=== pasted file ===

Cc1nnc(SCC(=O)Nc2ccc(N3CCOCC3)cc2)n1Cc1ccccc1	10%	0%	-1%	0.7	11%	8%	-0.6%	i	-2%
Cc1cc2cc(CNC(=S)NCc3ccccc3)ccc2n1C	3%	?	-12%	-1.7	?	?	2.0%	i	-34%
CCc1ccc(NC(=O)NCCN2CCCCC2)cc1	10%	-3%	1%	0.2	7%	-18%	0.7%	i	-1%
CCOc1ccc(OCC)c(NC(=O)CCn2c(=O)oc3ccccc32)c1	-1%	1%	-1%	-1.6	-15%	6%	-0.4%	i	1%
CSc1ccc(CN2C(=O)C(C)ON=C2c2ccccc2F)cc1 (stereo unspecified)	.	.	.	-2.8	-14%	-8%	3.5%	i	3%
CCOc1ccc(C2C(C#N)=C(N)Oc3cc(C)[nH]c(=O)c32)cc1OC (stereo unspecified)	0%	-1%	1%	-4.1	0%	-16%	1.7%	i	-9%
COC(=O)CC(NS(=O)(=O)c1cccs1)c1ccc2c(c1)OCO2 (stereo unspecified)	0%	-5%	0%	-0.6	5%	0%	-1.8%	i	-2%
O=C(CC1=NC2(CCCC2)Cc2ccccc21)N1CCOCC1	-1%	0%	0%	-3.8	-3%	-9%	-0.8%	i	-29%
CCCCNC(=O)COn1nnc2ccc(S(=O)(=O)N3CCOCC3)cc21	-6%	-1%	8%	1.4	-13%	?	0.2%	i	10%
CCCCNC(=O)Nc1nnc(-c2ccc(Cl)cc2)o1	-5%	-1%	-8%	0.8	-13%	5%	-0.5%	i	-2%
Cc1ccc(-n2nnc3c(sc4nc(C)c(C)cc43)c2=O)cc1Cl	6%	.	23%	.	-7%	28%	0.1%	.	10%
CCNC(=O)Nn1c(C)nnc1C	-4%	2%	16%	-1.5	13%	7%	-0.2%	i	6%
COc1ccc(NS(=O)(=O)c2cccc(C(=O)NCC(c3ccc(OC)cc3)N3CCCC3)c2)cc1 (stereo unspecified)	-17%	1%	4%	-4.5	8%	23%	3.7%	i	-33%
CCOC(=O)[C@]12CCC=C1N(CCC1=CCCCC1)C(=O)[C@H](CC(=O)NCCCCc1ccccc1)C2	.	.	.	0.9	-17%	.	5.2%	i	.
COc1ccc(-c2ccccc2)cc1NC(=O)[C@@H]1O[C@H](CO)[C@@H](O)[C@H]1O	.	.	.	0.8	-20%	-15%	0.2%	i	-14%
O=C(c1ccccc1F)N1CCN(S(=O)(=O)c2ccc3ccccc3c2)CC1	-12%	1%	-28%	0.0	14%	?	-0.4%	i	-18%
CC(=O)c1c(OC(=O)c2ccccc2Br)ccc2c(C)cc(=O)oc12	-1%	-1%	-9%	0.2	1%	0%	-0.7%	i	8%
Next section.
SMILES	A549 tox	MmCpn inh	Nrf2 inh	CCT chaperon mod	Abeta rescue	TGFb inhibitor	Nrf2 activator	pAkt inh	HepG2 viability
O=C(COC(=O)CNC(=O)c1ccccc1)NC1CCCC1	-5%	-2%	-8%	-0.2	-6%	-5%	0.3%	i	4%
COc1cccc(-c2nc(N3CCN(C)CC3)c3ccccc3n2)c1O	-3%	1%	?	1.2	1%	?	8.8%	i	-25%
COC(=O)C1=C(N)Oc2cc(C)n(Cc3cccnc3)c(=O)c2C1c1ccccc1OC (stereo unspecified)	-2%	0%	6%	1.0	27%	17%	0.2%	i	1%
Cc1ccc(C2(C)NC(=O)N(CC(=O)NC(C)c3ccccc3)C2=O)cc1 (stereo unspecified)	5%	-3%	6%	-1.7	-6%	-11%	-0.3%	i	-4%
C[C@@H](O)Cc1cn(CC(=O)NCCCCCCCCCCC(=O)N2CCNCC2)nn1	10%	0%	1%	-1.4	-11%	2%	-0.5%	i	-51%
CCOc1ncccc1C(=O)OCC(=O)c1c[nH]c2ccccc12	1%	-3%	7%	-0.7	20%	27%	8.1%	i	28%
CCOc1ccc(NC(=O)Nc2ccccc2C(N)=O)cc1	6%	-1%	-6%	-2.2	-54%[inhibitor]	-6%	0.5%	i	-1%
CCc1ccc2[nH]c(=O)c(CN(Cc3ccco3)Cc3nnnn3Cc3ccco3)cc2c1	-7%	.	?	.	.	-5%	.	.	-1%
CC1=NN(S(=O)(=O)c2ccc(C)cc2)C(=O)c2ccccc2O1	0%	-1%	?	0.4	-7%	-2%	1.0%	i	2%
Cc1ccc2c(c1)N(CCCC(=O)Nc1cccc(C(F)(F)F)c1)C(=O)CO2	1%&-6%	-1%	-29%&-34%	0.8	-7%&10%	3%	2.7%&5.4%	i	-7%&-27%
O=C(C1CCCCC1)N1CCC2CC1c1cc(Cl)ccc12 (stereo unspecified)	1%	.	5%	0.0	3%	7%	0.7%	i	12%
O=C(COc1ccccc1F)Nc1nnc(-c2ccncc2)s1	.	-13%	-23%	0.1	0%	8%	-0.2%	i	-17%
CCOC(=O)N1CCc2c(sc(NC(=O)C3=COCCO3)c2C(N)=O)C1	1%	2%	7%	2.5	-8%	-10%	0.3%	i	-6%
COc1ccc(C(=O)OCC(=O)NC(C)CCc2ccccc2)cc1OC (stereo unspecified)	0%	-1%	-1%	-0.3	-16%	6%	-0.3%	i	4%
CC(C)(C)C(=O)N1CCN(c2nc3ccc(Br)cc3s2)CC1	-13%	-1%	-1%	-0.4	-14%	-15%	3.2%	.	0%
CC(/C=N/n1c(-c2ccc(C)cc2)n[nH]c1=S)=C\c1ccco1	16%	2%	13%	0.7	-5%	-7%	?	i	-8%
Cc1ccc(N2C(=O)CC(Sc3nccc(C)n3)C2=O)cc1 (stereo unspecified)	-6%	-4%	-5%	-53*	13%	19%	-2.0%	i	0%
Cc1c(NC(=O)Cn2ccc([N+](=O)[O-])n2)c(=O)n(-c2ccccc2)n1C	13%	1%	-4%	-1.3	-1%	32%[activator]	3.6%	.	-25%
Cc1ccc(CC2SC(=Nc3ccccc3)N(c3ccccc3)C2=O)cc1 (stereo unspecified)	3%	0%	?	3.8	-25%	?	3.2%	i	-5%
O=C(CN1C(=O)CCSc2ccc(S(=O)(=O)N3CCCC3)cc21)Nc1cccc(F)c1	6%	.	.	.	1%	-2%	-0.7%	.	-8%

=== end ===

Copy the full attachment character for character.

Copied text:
Cc1nnc(SCC(=O)Nc2ccc(N3CCOCC3)cc2)n1Cc1ccccc1	10%	0%	-1%	0.7	11%	8%	-0.6%	i	-2%
Cc1cc2cc(CNC(=S)NCc3ccccc3)ccc2n1C	3%	?	-12%	-1.7	?	?	2.0%	i	-34%
CCc1ccc(NC(=O)NCCN2CCCCC2)cc1	10%	-3%	1%	0.2	7%	-18%	0.7%	i	-1%
CCOc1ccc(OCC)c(NC(=O)CCn2c(=O)oc3ccccc32)c1	-1%	1%	-1%	-1.6	-15%	6%	-0.4%	i	1%
CSc1ccc(CN2C(=O)C(C)ON=C2c2ccccc2F)cc1 (stereo unspecified)	.	.	.	-2.8	-14%	-8%	3.5%	i	3%
CCOc1ccc(C2C(C#N)=C(N)Oc3cc(C)[nH]c(=O)c32)cc1OC (stereo unspecified)	0%	-1%	1%	-4.1	0%	-16%	1.7%	i	-9%
COC(=O)CC(NS(=O)(=O)c1cccs1)c1ccc2c(c1)OCO2 (stereo unspecified)	0%	-5%	0%	-0.6	5%	0%	-1.8%	i	-2%
O=C(CC1=NC2(CCCC2)Cc2ccccc21)N1CCOCC1	-1%	0%	0%	-3.8	-3%	-9%	-0.8%	i	-29%
CCCCNC(=O)COn1nnc2ccc(S(=O)(=O)N3CCOCC3)cc21	-6%	-1%	8%	1.4	-13%	?	0.2%	i	10%
CCCCNC(=O)Nc1nnc(-c2ccc(Cl)cc2)o1	-5%	-1%	-8%	0.8	-13%	5%	-0.5%	i	-2%
Cc1ccc(-n2nnc3c(sc4nc(C)c(C)cc43)c2=O)cc1Cl	6%	.	23%	.	-7%	28%	0.1%	.	10%
CCNC(=O)Nn1c(C)nnc1C	-4%	2%	16%	-1.5	13%	7%	-0.2%	i	6%
COc1ccc(NS(=O)(=O)c2cccc(C(=O)NCC(c3ccc(OC)cc3)N3CCCC3)c2)cc1 (stereo unspecified)	-17%	1%	4%	-4.5	8%	23%	3.7%	i	-33%
CCOC(=O)[C@]12CCC=C1N(CCC1=CCCCC1)C(=O)[C@H](CC(=O)NCCCCc1ccccc1)C2	.	.	.	0.9	-17%	.	5.2%	i	.
COc1ccc(-c2ccccc2)cc1NC(=O)[C@@H]1O[C@H](CO)[C@@H](O)[C@H]1O	.	.	.	0.8	-20%	-15%	0.2%	i	-14%
O=C(c1ccccc1F)N1CCN(S(=O)(=O)c2ccc3ccccc3c2)CC1	-12%	1%	-28%	0.0	14%	?	-0.4%	i	-18%
CC(=O)c1c(OC(=O)c2ccccc2Br)ccc2c(C)cc(=O)oc12	-1%	-1%	-9%	0.2	1%	0%	-0.7%	i	8%
Next section.
SMILES	A549 tox	MmCpn inh	Nrf2 inh	CCT chaperon mod	Abeta rescue	TGFb inhibitor	Nrf2 activator	pAkt inh	HepG2 viability
O=C(COC(=O)CNC(=O)c1ccccc1)NC1CCCC1	-5%	-2%	-8%	-0.2	-6%	-5%	0.3%	i	4%
COc1cccc(-c2nc(N3CCN(C)CC3)c3ccccc3n2)c1O	-3%	1%	?	1.2	1%	?	8.8%	i	-25%
COC(=O)C1=C(N)Oc2cc(C)n(Cc3cccnc3)c(=O)c2C1c1ccccc1OC (stereo unspecified)	-2%	0%	6%	1.0	27%	17%	0.2%	i	1%
Cc1ccc(C2(C)NC(=O)N(CC(=O)NC(C)c3ccccc3)C2=O)cc1 (stereo unspecified)	5%	-3%	6%	-1.7	-6%	-11%	-0.3%	i	-4%
C[C@@H](O)Cc1cn(CC(=O)NCCCCCCCCCCC(=O)N2CCNCC2)nn1	10%	0%	1%	-1.4	-11%	2%	-0.5%	i	-51%
CCOc1ncccc1C(=O)OCC(=O)c1c[nH]c2ccccc12	1%	-3%	7%	-0.7	20%	27%	8.1%	i	28%
CCOc1ccc(NC(=O)Nc2ccccc2C(N)=O)cc1	6%	-1%	-6%	-2.2	-54%[inhibitor]	-6%	0.5%	i	-1%
CCc1ccc2[nH]c(=O)c(CN(Cc3ccco3)Cc3nnnn3Cc3ccco3)cc2c1	-7%	.	?	.	.	-5%	.	.	-1%
CC1=NN(S(=O)(=O)c2ccc(C)cc2)C(=O)c2ccccc2O1	0%	-1%	?	0.4	-7%	-2%	1.0%	i	2%
Cc1ccc2c(c1)N(CCCC(=O)Nc1cccc(C(F)(F)F)c1)C(=O)CO2	1%&-6%	-1%	-29%&-34%	0.8	-7%&10%	3%	2.7%&5.4%	i	-7%&-27%
O=C(C1CCCCC1)N1CCC2CC1c1cc(Cl)ccc12 (stereo unspecified)	1%	.	5%	0.0	3%	7%	0.7%	i	12%
O=C(COc1ccccc1F)Nc1nnc(-c2ccncc2)s1	.	-13%	-23%	0.1	0%	8%	-0.2%	i	-17%
CCOC(=O)N1CCc2c(sc(NC(=O)C3=COCCO3)c2C(N)=O)C1	1%	2%	7%	2.5	-8%	-10%	0.3%	i	-6%
COc1ccc(C(=O)OCC(=O)NC(C)CCc2ccccc2)cc1OC (stereo unspecified)	0%	-1%	-1%	-0.3	-16%	6%	-0.3%	i	4%
CC(C)(C)C(=O)N1CCN(c2nc3ccc(Br)cc3s2)CC1	-13%	-1%	-1%	-0.4	-14%	-15%	3.2%	.	0%
CC(/C=N/n1c(-c2ccc(C)cc2)n[nH]c1=S)=C\c1ccco1	16%	2%	13%	0.7	-5%	-7%	?	i	-8%
Cc1ccc(N2C(=O)CC(Sc3nccc(C)n3)C2=O)cc1 (stereo unspecified)	-6%	-4%	-5%	-53*	13%	19%	-2.0%	i	0%
Cc1c(NC(=O)Cn2ccc([N+](=O)[O-])n2)c(=O)n(-c2ccccc2)n1C	13%	1%	-4%	-1.3	-1%	32%[activator]	3.6%	.	-25%
Cc1ccc(CC2SC(=Nc3ccccc3)N(c3ccccc3)C2=O)cc1 (stereo unspecified)	3%	0%	?	3.8	-25%	?	3.2%	i	-5%
O=C(CN1C(=O)CCSc2ccc(S(=O)(=O)N3CCCC3)cc21)Nc1cccc(F)c1	6%	.	.	.	1%	-2%	-0.7%	.	-8%